polytonic Greek: diacritics above long vowels ᾱ, ῑ, ῡ

From: Stephan Stiller <stephan.stiller_at_gmail.com>
Date: Fri, 02 Aug 2013 19:27:54 -0700


If one wants to indicate vowel length for the length-ambiguous vowels α,
ι, υ in Ancient Greek, one writes ᾱ, ῑ, ῡ. Is there a reason for why
there are no diacritic-precomposed characters? I guess it's because
macron usage is rare in orthographic practice, even though vowel length
here is not clearly less important than the other phonetic aspects
indicated by the various diacritics in use in polytonic orthography.
Thus I am wondering when and how the relevant decisions were made.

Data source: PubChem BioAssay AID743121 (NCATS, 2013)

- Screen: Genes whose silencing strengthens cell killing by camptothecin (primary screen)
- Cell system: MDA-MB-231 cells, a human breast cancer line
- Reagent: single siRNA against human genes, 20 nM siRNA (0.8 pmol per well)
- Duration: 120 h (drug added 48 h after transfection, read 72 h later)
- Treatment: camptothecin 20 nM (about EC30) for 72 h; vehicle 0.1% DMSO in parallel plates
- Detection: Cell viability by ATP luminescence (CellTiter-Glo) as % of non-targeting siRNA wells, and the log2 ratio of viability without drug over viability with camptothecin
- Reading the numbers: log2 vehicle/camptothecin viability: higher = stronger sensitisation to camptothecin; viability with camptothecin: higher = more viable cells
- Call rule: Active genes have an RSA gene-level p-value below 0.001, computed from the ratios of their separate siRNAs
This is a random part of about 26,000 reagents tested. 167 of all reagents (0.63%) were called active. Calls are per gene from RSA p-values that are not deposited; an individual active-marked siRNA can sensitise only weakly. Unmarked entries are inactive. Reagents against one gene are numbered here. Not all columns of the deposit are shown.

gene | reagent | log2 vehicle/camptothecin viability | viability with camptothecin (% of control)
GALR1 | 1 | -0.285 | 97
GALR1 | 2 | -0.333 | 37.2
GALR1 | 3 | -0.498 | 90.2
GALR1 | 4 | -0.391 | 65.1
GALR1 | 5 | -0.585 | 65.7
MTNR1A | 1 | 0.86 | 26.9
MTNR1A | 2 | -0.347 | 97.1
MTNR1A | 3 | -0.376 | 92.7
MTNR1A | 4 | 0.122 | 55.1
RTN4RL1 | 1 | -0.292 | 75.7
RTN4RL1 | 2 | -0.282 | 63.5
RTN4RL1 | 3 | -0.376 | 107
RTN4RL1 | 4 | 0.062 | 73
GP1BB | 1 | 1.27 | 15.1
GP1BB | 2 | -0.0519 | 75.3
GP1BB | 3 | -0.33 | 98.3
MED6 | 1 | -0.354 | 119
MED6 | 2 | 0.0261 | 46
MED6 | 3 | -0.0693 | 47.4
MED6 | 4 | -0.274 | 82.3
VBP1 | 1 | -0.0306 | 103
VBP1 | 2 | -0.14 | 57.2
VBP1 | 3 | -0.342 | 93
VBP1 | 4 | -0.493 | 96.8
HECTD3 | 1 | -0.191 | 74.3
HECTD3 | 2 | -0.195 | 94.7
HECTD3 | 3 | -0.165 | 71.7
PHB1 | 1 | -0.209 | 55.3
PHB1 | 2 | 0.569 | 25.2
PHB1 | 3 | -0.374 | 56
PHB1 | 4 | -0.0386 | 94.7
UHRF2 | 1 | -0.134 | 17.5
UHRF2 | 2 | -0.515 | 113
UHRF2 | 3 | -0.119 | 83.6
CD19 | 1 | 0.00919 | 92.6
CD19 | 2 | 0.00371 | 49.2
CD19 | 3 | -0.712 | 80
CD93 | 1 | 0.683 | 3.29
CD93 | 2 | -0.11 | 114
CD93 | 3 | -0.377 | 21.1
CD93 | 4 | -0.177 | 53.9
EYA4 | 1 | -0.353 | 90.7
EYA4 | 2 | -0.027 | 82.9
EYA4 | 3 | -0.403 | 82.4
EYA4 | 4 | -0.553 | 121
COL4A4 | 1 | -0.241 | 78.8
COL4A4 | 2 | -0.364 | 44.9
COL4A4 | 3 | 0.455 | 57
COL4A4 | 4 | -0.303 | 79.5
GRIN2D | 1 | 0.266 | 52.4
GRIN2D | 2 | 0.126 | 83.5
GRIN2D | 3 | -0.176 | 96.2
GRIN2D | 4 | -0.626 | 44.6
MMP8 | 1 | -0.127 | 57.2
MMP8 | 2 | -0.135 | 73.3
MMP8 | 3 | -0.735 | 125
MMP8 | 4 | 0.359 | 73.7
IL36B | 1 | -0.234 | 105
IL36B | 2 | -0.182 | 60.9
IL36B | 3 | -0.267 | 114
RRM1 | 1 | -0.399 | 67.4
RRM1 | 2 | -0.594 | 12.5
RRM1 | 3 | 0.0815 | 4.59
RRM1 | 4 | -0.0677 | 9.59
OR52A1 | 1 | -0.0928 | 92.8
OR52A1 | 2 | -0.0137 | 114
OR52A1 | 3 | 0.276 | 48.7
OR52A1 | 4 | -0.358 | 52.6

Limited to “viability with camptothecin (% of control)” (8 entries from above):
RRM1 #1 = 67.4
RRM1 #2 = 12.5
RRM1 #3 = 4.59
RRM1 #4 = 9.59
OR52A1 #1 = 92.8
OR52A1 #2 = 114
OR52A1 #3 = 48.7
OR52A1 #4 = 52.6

ἀγορᾱ́ ("gathering, marketplace") needs a combining diacritic at the end.
ῑ̓́φιος ("fat, strong") has ῑ̓́ (which should be thought of as ῑ with two
combining diacritics: U+1FD1 U+0313 U+0301). Multiple combining
diacritics work for me, but I'd like to check whether there are further
thoughts on this topic.

Received on Fri Aug 02 2013 - 21:35:08 CDT

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